They might be too old for pin the tail on the donkey, but there are plenty of great games for school-age kids to play at parties and play dates.
For health-conscious parents, Halloween can be tricky. Do you set limits? Do you let kids decide how much to eat? There isn’t just one right answer.
Head injuries fall into two categories: external and internal. Learn more about both kinds, how to prevent them, and what to do if your child is injured.
What kids drink can drastically affect the amount of calories consumed, as well as the amount of calcium needed to build strong bones.
Good nutrition and a balanced diet help kids grow up healthy. Here’s how to improve nutrition and encourage smart eating habits.
What you put in the grocery cart can affect your child’s health and attitude toward nutritious food.
Halloween is a favorite of kids. But how do you keep candy consumption in check? Here are some candy-management tips from other parents.
Love your heart with these heart-healthy recipes, including Chocolate Sweetheart Parfaits!
Active kids can be at risk for heat illness, which can result in heat cramps, heat exhaustion, or heatstroke. Learn how to prevent and treat heat illness.
Toddlers naturally enjoy doing what is healthiest for them – being as active as possible. Here are tips to help keep them moving.
Involving the whole family is the best way to promote healthful eating and activities for your kids.
Kids parked on the couch watching TV or glued to a computer/smartphone/gaming system are missing out on the great outdoors. It’s important for all kids to get outside – here are some ideas.
These labels, usually found on the back of food packages, can be hard to understand. Here’s how to read them.
Even people who have plenty to eat may be malnourished if they don’t eat food that provides the right nutrients, vitamins, and minerals.
Your preschooler eats lunch, then 20 minutes later claims to be hungry. Is a snack OK? Maybe yes, maybe no. Here’s why.
Iron is an important ingredient needed to make hemoglobin, the oxygen-carrying part of every red blood cell.
Irritable bowel syndrome (IBS) is a common intestinal problem that can cause cramps, gas, bloating, diarrhea, and constipation. Certain foods can trigger these problems. So can anxiety, stress, and infections.
Preschoolers need lots of physical activity, so it’s best to work with their high energy levels by keeping them safe while giving them opportunities to play.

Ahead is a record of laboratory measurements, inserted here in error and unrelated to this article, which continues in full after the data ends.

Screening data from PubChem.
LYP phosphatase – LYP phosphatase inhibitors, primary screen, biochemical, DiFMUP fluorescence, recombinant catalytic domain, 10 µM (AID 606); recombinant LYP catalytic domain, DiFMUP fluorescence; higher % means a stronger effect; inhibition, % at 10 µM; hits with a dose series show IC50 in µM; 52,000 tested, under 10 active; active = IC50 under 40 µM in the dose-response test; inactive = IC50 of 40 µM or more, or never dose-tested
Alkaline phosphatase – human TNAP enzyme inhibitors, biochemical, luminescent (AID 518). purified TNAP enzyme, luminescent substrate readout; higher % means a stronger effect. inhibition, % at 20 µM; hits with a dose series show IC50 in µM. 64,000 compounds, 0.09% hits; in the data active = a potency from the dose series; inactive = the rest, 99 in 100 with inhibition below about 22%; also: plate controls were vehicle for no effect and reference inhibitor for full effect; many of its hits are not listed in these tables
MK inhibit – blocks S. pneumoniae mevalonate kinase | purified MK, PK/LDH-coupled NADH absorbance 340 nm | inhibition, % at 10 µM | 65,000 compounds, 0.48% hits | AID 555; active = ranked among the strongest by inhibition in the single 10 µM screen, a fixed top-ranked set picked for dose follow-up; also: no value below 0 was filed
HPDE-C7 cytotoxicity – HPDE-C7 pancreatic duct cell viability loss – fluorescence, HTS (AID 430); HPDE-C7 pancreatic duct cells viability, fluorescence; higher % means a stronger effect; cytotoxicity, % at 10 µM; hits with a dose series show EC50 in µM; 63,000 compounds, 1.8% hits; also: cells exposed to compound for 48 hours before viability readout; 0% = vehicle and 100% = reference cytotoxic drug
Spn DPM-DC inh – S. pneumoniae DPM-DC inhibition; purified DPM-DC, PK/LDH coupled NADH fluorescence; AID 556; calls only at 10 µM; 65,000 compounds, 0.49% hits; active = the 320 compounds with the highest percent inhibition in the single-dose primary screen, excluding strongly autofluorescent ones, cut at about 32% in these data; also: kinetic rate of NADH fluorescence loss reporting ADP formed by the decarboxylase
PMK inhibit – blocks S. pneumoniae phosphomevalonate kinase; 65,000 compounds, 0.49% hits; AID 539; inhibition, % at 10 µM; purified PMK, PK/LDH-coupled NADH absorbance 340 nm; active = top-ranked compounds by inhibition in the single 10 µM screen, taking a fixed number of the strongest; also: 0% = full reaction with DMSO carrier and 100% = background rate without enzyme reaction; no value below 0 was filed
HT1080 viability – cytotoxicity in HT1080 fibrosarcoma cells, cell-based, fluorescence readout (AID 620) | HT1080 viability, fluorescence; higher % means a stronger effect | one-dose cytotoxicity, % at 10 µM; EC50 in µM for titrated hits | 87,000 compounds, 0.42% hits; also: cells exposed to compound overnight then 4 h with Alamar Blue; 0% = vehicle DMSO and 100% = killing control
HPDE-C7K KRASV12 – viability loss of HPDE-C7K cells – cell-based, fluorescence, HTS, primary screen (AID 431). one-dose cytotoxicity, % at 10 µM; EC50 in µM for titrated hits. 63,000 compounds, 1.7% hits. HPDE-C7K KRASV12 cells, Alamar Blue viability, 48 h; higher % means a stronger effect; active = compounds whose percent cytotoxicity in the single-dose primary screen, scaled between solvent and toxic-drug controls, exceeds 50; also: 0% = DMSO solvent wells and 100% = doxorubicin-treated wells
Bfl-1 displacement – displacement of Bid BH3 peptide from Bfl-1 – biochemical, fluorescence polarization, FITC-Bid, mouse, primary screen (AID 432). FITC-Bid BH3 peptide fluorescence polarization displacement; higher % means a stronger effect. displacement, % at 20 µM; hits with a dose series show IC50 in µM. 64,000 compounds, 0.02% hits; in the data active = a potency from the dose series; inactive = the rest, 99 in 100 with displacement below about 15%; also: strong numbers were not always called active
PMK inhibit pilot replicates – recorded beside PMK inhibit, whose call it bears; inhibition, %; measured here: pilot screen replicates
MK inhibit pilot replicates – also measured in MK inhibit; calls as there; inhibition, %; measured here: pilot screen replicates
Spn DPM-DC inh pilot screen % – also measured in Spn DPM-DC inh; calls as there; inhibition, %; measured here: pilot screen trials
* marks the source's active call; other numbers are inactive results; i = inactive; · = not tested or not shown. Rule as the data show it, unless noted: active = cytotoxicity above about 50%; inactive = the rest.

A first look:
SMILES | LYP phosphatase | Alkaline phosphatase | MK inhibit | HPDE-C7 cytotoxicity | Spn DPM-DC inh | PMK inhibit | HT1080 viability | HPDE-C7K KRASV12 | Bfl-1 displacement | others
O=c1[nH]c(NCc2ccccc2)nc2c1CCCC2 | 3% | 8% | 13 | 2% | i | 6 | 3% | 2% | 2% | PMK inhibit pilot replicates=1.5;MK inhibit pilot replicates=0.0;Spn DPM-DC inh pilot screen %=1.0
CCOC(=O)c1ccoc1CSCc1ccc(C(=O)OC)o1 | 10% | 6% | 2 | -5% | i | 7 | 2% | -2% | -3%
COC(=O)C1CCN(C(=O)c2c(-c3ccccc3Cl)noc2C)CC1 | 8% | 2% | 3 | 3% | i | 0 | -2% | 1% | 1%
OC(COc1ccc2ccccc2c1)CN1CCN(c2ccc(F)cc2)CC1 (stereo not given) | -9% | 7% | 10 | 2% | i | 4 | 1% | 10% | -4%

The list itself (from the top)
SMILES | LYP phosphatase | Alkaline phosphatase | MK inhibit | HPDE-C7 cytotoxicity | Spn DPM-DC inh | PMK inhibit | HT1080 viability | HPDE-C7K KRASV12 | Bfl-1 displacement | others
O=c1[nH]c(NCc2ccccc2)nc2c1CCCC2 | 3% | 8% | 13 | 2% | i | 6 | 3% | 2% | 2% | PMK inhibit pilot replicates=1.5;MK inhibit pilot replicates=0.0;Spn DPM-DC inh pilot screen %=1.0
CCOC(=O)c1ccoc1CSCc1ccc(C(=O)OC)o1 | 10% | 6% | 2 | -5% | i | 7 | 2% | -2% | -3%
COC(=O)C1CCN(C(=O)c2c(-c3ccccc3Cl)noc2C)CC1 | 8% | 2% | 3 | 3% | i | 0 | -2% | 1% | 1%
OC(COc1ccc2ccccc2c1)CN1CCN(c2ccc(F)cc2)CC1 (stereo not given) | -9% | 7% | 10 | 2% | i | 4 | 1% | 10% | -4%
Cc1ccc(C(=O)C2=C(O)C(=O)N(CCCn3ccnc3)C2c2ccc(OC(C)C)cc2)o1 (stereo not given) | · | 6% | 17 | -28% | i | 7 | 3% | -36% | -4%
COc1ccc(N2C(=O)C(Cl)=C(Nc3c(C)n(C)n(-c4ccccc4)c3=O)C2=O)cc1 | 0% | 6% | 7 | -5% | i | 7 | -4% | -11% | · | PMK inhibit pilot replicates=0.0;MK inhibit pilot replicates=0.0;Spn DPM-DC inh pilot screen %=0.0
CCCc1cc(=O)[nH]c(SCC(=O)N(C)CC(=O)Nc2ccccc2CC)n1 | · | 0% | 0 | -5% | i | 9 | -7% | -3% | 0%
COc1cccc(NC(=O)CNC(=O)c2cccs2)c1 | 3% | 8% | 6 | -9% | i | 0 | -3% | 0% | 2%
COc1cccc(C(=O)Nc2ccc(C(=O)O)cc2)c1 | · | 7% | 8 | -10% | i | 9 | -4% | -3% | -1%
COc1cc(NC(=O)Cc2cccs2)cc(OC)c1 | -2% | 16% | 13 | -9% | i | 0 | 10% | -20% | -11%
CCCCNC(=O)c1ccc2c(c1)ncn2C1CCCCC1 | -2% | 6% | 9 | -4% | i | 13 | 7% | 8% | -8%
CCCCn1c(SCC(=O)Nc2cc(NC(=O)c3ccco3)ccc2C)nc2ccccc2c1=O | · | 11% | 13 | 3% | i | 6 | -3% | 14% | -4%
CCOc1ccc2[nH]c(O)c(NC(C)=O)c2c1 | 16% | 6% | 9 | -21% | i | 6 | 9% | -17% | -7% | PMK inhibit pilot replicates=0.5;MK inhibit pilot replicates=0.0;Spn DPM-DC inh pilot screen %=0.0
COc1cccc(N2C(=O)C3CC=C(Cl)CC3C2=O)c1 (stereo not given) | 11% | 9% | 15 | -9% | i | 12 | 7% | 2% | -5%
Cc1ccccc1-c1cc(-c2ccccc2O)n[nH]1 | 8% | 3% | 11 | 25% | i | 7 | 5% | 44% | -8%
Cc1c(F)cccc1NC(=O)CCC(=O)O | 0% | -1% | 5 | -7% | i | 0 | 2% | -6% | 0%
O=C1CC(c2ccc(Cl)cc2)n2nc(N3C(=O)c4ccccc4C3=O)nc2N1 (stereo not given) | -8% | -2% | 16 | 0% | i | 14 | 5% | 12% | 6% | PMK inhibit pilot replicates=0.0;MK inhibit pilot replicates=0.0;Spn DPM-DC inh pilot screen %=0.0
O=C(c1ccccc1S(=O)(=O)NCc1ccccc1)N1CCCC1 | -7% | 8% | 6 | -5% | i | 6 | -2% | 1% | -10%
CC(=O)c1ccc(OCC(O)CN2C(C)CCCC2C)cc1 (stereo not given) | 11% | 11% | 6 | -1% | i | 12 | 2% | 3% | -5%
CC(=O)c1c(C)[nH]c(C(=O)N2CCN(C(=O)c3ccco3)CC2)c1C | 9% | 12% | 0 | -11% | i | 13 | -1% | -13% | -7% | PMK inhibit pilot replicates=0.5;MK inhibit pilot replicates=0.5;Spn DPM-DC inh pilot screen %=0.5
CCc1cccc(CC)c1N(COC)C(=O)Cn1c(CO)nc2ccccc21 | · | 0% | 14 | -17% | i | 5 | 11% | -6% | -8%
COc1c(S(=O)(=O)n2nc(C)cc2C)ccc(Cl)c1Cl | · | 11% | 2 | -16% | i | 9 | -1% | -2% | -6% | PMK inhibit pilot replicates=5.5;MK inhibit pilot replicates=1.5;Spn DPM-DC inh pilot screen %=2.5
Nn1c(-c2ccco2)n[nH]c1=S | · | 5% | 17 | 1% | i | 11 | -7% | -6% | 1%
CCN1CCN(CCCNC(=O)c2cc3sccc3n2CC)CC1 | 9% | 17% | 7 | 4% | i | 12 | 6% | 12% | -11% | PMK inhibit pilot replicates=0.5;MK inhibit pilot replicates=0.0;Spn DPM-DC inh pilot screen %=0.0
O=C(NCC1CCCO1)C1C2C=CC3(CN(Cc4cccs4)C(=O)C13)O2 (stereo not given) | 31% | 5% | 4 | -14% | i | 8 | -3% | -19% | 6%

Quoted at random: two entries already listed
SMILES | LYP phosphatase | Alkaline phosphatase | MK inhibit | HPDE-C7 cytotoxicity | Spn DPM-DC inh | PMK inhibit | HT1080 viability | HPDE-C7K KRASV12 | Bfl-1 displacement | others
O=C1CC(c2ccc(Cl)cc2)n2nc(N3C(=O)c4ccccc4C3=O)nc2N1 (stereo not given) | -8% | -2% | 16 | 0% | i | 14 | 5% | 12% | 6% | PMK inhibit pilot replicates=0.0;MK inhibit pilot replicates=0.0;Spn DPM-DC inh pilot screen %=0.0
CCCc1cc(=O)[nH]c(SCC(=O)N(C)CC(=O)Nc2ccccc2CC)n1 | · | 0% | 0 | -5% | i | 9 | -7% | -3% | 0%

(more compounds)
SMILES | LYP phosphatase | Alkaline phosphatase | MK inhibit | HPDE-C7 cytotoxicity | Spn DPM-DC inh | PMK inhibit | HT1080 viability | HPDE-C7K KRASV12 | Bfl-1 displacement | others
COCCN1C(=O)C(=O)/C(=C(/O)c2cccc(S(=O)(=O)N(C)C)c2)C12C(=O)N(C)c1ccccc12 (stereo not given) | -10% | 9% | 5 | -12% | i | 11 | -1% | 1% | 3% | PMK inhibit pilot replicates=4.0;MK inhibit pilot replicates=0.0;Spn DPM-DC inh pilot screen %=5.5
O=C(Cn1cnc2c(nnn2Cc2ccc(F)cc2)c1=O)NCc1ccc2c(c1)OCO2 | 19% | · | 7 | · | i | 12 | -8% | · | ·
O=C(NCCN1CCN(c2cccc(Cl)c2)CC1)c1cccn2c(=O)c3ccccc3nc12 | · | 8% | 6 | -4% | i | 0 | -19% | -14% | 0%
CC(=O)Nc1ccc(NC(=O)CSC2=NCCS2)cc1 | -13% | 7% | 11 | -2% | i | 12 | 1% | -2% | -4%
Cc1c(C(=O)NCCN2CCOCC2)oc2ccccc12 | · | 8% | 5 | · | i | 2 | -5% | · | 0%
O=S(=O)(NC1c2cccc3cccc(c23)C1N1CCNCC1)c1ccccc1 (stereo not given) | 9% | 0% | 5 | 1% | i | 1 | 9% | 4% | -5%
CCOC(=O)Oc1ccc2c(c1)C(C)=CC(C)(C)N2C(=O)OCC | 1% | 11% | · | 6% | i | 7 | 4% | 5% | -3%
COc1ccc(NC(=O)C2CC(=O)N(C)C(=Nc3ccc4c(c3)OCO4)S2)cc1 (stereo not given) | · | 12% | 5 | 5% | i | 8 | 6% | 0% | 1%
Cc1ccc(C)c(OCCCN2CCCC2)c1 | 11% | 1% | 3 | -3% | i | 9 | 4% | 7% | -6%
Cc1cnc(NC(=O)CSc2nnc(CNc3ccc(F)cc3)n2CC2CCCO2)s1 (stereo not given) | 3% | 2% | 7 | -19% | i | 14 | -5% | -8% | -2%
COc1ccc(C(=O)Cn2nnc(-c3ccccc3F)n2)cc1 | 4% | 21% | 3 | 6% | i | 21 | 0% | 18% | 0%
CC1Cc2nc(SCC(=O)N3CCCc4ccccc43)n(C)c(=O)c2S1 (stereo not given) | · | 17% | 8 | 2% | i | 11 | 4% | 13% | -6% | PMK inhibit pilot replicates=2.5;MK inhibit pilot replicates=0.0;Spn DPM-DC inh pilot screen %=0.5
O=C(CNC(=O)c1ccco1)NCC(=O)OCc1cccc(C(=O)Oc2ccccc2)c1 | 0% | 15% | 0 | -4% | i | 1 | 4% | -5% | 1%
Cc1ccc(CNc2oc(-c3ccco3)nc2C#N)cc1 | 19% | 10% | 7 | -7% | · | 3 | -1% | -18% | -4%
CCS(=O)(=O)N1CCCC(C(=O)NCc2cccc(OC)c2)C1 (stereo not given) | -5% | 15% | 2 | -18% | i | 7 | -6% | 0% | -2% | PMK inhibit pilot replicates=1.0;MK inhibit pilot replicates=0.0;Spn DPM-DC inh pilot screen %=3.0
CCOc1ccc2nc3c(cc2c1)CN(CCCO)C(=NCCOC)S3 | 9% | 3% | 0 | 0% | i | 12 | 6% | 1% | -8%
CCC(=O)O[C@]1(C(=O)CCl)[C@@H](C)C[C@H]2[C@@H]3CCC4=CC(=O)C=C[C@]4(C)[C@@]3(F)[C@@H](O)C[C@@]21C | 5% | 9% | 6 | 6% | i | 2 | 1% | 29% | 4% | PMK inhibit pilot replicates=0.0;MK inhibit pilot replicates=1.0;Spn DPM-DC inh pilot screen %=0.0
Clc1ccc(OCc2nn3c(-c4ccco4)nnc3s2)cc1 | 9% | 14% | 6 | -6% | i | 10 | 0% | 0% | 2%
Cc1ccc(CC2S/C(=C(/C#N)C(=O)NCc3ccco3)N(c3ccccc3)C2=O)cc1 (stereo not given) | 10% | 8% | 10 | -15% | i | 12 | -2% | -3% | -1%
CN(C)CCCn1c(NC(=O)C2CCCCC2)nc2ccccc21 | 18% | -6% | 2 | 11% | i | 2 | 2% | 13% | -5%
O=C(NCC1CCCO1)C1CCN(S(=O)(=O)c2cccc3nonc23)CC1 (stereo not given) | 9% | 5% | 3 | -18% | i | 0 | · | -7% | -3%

Waistlines have been expanding over the last few decades. Part of the problem is what we eat, but another is quantity. Are our plates simply piled too high?
A ketogenic diet is a strict high-fat, low-carbohydrate diet that can reduce, and sometimes stop, seizures.
Besides enjoying the health benefits of regular exercise, kids who are physically fit are better able to handle physical and emotional challenges.
Here are 10 simple tips to help you raise kids who develop healthy eating habits!
Protein, diet, energy, granola, and cereal bars have flooded the market. They offer convenience, but how do they stack up when it comes to nutrition?
Knee injuries are common among young athletes. Learn about causes, treatments, and prevention.
Many kids have lactose intolerance – trouble digesting lactose, the main sugar in milk and milk products – which can cause cramps, diarrhea, and gas.
Brandon, 17, has lost 70 pounds through better eating and exercise. Learn what inspires him to stay on track.
After you taste it, mango ketchup may be the only ketchup you’ll want to have. Try this recipe today!
This recipe is a favorite with kids, and with some minor changes to cut the fat and calories and increase vitamins and minerals, it can be a favorite with parents, too.
With some minor changes to cut the fat and calories and increase vitamins and minerals, this favorite kids food can be a hit with parents, too.
MCL injuries can happen in active and athletic kids, when excessive pressure is put on the knee joint, resulting in a torn ligament.